It seemed the perfect setup for a tragedy.
But Thursday’s police encounter with a man atop a parking garage -- naked, in crisis, threatening to jump, holding a knife he was using on himself – ended without police firing a single round. Instead, officers used something much simpler and far less lethal: a sandwich.
The Hotel Deluxe provided the sandwich.
Reports of the scene were grimly familiar to Portland mental health advocates, who remember another man on top of a downtown parking garage. In January 2012, 21-year-old Brad Morgan was on a ledge, telling police he wanted to end his life. Police thought Morgan had a gun. It turned out later to be a toy. Officers, worried Morgan might harm himself, opened fire and killed him – leaving Morgan just as dead as he would have been from suicide.
It was a curious way to save a life.
The recent almost-standoff was also reminiscent of another police encounter. In January 2010, Jack Dale Collins, 58, was in a restroom at Hoyt Arboretum, cutting himself with a pencil-type X-Acto knife, when a police officer ordered him to come out. Collins came out, but was seemingly dazed, shuffling forward, covered in blood from self-inflicted wounds, not responding to the officer’s commands. Feeling threatened, the cop fired at Collins four times, killing him.
Portland police have a long history of leaping to lethal force when a person has a mental illness, or cops believe they have a mental illness.
- Aaron Campbell was shot in the back, unarmed, as he tried to surrender.
- Keaton Otis was shot so many times that another officer arriving on the scene thought it sounded “like World War III.”
- Anthony McDowell was shot dead as he came out of his house in a “surrender” position, his rifle held over his head.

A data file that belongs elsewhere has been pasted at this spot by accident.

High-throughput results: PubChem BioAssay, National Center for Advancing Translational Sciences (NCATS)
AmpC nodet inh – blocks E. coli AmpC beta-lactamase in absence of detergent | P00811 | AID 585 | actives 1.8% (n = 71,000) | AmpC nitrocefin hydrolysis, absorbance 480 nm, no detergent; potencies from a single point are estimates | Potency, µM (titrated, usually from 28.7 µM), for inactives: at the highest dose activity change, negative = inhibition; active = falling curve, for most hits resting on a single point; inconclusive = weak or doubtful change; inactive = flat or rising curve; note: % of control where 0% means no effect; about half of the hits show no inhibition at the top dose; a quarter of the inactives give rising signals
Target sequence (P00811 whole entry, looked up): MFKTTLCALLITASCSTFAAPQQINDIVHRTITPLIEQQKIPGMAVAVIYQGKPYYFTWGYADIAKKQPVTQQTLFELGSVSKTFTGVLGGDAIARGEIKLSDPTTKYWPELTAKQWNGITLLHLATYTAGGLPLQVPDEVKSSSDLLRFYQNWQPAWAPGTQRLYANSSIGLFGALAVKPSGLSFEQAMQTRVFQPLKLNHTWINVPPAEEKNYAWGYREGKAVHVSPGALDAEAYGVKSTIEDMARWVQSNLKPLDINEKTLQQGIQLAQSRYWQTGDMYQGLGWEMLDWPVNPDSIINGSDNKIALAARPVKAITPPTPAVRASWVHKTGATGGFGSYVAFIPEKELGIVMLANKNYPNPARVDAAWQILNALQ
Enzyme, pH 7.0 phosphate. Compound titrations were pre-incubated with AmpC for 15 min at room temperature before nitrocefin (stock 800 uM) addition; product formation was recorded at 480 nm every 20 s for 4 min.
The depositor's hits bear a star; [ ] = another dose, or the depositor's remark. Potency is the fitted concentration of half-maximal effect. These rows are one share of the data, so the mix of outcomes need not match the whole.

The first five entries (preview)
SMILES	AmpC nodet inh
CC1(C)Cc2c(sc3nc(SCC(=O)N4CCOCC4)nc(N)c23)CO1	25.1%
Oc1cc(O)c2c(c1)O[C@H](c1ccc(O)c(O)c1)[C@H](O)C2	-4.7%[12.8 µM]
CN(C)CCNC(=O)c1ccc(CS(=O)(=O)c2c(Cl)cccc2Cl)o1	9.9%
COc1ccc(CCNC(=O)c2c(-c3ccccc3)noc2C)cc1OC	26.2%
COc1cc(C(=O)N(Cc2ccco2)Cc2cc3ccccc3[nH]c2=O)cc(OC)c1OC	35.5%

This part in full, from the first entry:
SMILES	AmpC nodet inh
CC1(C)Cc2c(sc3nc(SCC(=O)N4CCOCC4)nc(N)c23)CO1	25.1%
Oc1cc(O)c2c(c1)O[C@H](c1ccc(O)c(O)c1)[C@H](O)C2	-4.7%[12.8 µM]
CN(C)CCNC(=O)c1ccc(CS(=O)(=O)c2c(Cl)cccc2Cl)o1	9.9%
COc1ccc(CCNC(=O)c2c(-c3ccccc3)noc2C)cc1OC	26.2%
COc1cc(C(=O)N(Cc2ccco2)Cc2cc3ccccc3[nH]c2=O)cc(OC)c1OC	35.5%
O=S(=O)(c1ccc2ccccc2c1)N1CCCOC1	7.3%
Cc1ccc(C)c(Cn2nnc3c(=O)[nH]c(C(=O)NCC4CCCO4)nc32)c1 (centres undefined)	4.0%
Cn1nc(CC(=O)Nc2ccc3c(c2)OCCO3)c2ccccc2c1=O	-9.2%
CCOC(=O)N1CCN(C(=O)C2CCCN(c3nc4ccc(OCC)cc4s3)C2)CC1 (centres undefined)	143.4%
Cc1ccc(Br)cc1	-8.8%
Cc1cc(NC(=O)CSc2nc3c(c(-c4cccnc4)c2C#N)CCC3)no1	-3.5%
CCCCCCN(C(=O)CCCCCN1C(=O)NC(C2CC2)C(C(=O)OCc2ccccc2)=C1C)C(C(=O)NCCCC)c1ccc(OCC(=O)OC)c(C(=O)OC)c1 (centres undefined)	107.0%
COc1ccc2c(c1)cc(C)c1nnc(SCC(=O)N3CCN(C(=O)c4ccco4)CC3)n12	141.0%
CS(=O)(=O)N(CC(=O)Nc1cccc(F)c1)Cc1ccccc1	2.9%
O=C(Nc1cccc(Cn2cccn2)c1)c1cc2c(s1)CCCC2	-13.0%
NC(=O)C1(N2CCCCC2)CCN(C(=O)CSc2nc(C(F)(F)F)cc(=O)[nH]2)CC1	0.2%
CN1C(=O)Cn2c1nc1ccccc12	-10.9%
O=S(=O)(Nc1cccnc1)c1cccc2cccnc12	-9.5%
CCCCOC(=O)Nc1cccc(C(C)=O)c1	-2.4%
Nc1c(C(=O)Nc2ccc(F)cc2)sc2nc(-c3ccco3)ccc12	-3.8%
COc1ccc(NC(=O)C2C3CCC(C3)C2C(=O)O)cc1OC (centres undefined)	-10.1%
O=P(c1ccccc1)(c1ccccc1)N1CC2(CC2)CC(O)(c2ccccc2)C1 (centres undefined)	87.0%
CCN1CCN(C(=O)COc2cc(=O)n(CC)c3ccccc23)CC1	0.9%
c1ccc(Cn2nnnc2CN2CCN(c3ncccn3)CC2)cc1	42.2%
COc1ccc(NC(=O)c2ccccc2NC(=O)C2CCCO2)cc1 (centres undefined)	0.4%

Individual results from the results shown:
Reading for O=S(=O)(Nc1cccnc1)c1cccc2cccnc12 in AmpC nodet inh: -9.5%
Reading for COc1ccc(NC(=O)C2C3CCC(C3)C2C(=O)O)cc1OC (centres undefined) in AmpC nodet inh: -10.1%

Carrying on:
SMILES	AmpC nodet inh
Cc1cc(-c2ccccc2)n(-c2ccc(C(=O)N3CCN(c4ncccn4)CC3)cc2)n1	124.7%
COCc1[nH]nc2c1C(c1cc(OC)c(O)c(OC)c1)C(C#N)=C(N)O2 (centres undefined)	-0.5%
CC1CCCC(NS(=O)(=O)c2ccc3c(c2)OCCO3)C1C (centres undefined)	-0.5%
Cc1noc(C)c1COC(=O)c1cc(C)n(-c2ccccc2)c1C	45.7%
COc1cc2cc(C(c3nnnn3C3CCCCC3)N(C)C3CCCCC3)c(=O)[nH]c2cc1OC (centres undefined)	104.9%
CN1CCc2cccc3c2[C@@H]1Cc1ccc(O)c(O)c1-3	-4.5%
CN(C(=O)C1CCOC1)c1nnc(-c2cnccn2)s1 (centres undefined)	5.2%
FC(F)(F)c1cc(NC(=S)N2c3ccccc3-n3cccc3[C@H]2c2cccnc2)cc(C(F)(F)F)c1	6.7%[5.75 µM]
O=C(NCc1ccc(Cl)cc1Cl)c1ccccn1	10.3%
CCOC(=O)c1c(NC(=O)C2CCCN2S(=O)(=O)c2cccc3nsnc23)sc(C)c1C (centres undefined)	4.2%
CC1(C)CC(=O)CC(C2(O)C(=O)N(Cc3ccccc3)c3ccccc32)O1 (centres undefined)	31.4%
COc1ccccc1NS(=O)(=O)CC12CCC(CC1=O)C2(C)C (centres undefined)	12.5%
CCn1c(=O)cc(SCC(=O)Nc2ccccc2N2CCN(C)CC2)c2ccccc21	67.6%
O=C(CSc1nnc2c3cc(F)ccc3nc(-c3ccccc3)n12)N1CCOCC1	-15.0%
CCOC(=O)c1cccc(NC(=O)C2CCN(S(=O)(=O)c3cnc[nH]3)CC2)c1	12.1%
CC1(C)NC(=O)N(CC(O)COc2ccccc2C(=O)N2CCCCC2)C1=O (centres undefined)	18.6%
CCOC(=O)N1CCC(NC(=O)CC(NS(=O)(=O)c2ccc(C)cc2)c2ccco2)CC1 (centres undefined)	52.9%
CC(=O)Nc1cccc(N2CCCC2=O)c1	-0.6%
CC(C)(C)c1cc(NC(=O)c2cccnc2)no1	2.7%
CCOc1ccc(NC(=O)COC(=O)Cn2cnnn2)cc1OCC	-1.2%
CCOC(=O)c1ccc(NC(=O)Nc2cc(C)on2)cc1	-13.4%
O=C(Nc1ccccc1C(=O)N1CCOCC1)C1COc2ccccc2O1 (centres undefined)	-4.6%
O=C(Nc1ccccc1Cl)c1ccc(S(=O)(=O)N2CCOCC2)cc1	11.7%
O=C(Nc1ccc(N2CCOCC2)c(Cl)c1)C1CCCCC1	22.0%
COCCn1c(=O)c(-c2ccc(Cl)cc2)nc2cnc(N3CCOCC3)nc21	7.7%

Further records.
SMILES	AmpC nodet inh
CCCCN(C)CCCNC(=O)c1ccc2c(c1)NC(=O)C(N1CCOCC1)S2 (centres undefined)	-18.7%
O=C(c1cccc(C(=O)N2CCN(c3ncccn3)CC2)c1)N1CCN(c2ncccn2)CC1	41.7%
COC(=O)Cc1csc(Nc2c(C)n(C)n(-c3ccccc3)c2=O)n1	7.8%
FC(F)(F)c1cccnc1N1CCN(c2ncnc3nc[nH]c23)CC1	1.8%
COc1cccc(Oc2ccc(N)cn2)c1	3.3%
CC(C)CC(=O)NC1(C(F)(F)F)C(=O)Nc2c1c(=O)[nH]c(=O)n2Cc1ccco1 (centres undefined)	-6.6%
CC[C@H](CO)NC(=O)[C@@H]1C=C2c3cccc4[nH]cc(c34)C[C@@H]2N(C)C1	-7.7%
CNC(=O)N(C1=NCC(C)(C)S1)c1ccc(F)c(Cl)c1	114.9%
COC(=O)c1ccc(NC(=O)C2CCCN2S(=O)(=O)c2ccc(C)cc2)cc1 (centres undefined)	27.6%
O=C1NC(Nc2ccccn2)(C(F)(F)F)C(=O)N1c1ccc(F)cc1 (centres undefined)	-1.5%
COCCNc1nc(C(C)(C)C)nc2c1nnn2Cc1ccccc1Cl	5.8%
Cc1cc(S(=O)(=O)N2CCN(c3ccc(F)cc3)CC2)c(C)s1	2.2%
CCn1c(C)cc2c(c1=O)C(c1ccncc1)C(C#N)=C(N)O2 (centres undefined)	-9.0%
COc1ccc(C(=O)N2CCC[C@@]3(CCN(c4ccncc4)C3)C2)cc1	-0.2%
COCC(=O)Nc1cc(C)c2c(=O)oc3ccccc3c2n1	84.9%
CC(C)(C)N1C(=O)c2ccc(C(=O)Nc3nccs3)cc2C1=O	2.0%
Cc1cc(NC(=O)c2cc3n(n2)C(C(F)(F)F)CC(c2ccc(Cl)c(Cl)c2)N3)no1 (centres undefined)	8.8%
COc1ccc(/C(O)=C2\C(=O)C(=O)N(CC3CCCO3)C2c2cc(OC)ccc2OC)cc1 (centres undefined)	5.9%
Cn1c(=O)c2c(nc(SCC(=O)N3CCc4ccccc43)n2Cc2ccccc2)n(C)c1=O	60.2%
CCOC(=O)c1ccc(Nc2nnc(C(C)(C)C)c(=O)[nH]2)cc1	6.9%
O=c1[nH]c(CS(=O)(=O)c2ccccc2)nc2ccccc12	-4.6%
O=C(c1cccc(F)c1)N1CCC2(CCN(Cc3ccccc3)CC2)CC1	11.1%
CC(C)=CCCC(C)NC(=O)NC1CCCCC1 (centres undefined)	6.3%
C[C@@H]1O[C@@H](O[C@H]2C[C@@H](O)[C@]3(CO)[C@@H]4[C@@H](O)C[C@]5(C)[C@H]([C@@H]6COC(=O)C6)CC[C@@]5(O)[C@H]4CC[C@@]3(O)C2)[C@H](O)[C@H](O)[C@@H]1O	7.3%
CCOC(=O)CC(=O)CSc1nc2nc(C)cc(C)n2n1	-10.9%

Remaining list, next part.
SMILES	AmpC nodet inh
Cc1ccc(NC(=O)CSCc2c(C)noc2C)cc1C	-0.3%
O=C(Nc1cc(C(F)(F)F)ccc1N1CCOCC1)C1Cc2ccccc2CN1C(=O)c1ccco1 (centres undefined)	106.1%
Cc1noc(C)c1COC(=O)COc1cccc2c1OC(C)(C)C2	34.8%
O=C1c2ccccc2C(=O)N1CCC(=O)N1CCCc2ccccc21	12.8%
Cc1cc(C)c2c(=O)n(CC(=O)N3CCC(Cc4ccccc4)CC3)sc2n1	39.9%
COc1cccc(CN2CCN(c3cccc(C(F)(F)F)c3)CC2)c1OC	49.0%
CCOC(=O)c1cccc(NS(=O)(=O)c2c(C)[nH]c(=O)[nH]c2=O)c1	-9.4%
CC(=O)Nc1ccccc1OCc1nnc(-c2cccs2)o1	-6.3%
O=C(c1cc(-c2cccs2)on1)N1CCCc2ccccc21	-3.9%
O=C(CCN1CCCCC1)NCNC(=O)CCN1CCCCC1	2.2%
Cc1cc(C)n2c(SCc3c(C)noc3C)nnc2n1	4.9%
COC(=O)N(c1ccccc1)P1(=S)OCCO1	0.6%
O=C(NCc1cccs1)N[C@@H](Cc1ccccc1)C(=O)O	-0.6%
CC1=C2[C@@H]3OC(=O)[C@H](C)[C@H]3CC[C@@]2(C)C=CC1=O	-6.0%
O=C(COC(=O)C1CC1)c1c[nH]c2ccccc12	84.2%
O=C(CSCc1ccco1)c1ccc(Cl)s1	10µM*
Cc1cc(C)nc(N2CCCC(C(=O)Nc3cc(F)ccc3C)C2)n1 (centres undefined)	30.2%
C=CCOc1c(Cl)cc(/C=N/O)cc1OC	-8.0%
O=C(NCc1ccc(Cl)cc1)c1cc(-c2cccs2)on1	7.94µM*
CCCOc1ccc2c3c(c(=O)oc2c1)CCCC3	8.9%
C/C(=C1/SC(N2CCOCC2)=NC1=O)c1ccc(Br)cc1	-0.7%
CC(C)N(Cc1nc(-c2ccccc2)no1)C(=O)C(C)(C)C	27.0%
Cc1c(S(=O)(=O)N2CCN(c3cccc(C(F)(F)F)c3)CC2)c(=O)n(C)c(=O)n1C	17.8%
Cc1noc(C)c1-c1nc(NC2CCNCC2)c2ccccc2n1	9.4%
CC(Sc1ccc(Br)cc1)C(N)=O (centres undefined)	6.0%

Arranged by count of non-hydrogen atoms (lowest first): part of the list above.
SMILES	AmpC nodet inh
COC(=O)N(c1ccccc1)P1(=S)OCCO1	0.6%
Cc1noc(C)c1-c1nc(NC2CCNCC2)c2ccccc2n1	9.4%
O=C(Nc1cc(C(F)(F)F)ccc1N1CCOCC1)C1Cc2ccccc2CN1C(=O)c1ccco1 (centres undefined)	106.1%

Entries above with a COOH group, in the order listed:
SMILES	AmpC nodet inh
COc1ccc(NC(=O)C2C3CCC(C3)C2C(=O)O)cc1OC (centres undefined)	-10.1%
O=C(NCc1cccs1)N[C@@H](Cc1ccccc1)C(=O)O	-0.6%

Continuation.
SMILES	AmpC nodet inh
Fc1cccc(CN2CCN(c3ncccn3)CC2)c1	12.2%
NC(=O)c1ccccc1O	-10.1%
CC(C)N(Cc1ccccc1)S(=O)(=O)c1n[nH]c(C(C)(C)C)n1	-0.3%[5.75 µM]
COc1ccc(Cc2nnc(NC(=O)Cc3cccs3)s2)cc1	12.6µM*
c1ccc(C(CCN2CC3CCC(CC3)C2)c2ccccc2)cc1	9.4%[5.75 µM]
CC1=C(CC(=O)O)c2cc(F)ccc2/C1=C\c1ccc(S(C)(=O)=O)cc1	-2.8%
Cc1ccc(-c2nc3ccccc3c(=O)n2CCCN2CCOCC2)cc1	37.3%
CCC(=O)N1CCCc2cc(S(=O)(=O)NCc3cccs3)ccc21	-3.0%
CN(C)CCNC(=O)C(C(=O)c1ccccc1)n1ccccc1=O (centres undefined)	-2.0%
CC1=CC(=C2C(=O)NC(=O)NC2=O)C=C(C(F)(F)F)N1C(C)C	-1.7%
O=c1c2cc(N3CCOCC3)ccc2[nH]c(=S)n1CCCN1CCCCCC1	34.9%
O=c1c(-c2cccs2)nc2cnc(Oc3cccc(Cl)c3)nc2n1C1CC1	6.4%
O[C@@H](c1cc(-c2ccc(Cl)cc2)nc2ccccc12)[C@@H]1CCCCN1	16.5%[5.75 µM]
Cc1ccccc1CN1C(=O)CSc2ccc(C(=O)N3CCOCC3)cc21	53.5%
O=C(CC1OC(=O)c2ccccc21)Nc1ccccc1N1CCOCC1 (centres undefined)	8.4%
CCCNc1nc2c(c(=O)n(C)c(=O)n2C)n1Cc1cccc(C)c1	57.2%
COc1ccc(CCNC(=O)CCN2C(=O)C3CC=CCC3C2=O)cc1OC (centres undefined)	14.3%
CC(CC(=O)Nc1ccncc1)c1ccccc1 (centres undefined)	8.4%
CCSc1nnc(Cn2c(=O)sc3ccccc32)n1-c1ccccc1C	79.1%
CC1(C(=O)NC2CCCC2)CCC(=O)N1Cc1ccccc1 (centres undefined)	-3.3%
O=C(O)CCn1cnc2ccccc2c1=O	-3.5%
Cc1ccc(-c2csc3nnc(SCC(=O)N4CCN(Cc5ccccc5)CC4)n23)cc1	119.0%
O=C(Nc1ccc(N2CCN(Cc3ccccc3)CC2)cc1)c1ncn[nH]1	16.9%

- Thomas Higginbotham was coming out the door, holding a knife, but with a blood alcohol content so high it’s difficult to imagine him wielding it -- but police didn’t wait to find out; instead they killed him.
- James Chasse was standing on the street, not committing a crime or suspected of one; even so, police confronted him, chased him and knocked him down. Then, while he lay on the sidewalk, they kicked him, Tasered him, and beat him so savagely he died soon after in the back of a patrol car.
Those are just a few examples.
All the casualties listed above, plus Morgan, Collins and many more, happened before the U.S. Department of Justice stepped in with a damning report and the threat of a federal lawsuit if the Portland Police Bureau did not shape up. Chief Mike Reese objected repeatedly to Justice’s conclusion that cops were targeting persons with mental illness, but he started implementing changes anyway. In the year since the feds' report, there have been zero similar deaths.
Police engaged in some creative problem-solving Thursday.
According to a PPB press release, at approximately 11:10 AM Central Precinct officers got a report of a naked man, apparently in crisis, on top of a parking building at S.W. 15th and Yamhill.
When cops arrived, the man was seated on the ledge of the building, cutting himself and talking about jumping.
A PPB Enhanced Crisis Intervention Team officer engaged the man in conversation, and learned the man was hungry. Officers high-tailed it to a nearby business, where they obtained a sandwich.
Police used the sandwich to get the man away from the ledge. He was then taken to an area hospital.
The sweetest part? Unlike so many others, he was not dead.
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